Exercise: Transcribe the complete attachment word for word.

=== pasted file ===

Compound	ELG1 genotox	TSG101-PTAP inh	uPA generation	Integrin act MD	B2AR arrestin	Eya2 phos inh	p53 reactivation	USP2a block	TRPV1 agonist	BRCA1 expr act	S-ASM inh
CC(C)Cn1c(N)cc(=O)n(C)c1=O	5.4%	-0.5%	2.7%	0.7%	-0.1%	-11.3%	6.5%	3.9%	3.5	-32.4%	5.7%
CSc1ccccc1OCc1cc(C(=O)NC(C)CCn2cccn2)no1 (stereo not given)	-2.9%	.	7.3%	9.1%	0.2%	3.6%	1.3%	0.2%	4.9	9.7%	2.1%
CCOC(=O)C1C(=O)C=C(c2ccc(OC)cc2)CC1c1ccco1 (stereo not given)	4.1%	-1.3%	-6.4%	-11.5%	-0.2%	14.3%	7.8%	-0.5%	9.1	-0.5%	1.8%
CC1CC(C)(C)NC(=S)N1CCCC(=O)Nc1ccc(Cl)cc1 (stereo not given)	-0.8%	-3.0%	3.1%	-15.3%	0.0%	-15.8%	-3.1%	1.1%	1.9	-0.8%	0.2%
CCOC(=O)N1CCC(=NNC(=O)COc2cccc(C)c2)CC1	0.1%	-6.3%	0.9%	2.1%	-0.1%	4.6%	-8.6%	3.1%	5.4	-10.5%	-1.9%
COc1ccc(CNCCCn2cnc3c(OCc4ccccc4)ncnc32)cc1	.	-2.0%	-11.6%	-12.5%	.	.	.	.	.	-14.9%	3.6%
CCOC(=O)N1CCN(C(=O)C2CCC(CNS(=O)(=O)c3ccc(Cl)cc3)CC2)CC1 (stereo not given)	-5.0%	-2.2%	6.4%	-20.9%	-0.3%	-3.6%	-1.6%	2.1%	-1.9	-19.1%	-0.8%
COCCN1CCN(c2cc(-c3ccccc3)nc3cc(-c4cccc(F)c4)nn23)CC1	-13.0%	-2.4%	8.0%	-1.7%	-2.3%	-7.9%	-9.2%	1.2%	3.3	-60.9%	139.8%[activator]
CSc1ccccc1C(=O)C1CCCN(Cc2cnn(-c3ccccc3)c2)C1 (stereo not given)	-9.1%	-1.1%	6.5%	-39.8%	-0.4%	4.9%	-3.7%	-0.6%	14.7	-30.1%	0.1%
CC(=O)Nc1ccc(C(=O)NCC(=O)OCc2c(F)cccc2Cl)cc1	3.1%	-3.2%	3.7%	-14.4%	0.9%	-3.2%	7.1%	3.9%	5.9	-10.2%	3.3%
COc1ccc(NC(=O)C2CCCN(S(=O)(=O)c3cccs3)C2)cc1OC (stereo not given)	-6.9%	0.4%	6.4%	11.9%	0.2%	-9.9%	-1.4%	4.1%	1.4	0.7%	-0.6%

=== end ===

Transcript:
Compound	ELG1 genotox	TSG101-PTAP inh	uPA generation	Integrin act MD	B2AR arrestin	Eya2 phos inh	p53 reactivation	USP2a block	TRPV1 agonist	BRCA1 expr act	S-ASM inh
CC(C)Cn1c(N)cc(=O)n(C)c1=O	5.4%	-0.5%	2.7%	0.7%	-0.1%	-11.3%	6.5%	3.9%	3.5	-32.4%	5.7%
CSc1ccccc1OCc1cc(C(=O)NC(C)CCn2cccn2)no1 (stereo not given)	-2.9%	.	7.3%	9.1%	0.2%	3.6%	1.3%	0.2%	4.9	9.7%	2.1%
CCOC(=O)C1C(=O)C=C(c2ccc(OC)cc2)CC1c1ccco1 (stereo not given)	4.1%	-1.3%	-6.4%	-11.5%	-0.2%	14.3%	7.8%	-0.5%	9.1	-0.5%	1.8%
CC1CC(C)(C)NC(=S)N1CCCC(=O)Nc1ccc(Cl)cc1 (stereo not given)	-0.8%	-3.0%	3.1%	-15.3%	0.0%	-15.8%	-3.1%	1.1%	1.9	-0.8%	0.2%
CCOC(=O)N1CCC(=NNC(=O)COc2cccc(C)c2)CC1	0.1%	-6.3%	0.9%	2.1%	-0.1%	4.6%	-8.6%	3.1%	5.4	-10.5%	-1.9%
COc1ccc(CNCCCn2cnc3c(OCc4ccccc4)ncnc32)cc1	.	-2.0%	-11.6%	-12.5%	.	.	.	.	.	-14.9%	3.6%
CCOC(=O)N1CCN(C(=O)C2CCC(CNS(=O)(=O)c3ccc(Cl)cc3)CC2)CC1 (stereo not given)	-5.0%	-2.2%	6.4%	-20.9%	-0.3%	-3.6%	-1.6%	2.1%	-1.9	-19.1%	-0.8%
COCCN1CCN(c2cc(-c3ccccc3)nc3cc(-c4cccc(F)c4)nn23)CC1	-13.0%	-2.4%	8.0%	-1.7%	-2.3%	-7.9%	-9.2%	1.2%	3.3	-60.9%	139.8%[activator]
CSc1ccccc1C(=O)C1CCCN(Cc2cnn(-c3ccccc3)c2)C1 (stereo not given)	-9.1%	-1.1%	6.5%	-39.8%	-0.4%	4.9%	-3.7%	-0.6%	14.7	-30.1%	0.1%
CC(=O)Nc1ccc(C(=O)NCC(=O)OCc2c(F)cccc2Cl)cc1	3.1%	-3.2%	3.7%	-14.4%	0.9%	-3.2%	7.1%	3.9%	5.9	-10.2%	3.3%
COc1ccc(NC(=O)C2CCCN(S(=O)(=O)c3cccs3)C2)cc1OC (stereo not given)	-6.9%	0.4%	6.4%	11.9%	0.2%	-9.9%	-1.4%	4.1%	1.4	0.7%	-0.6%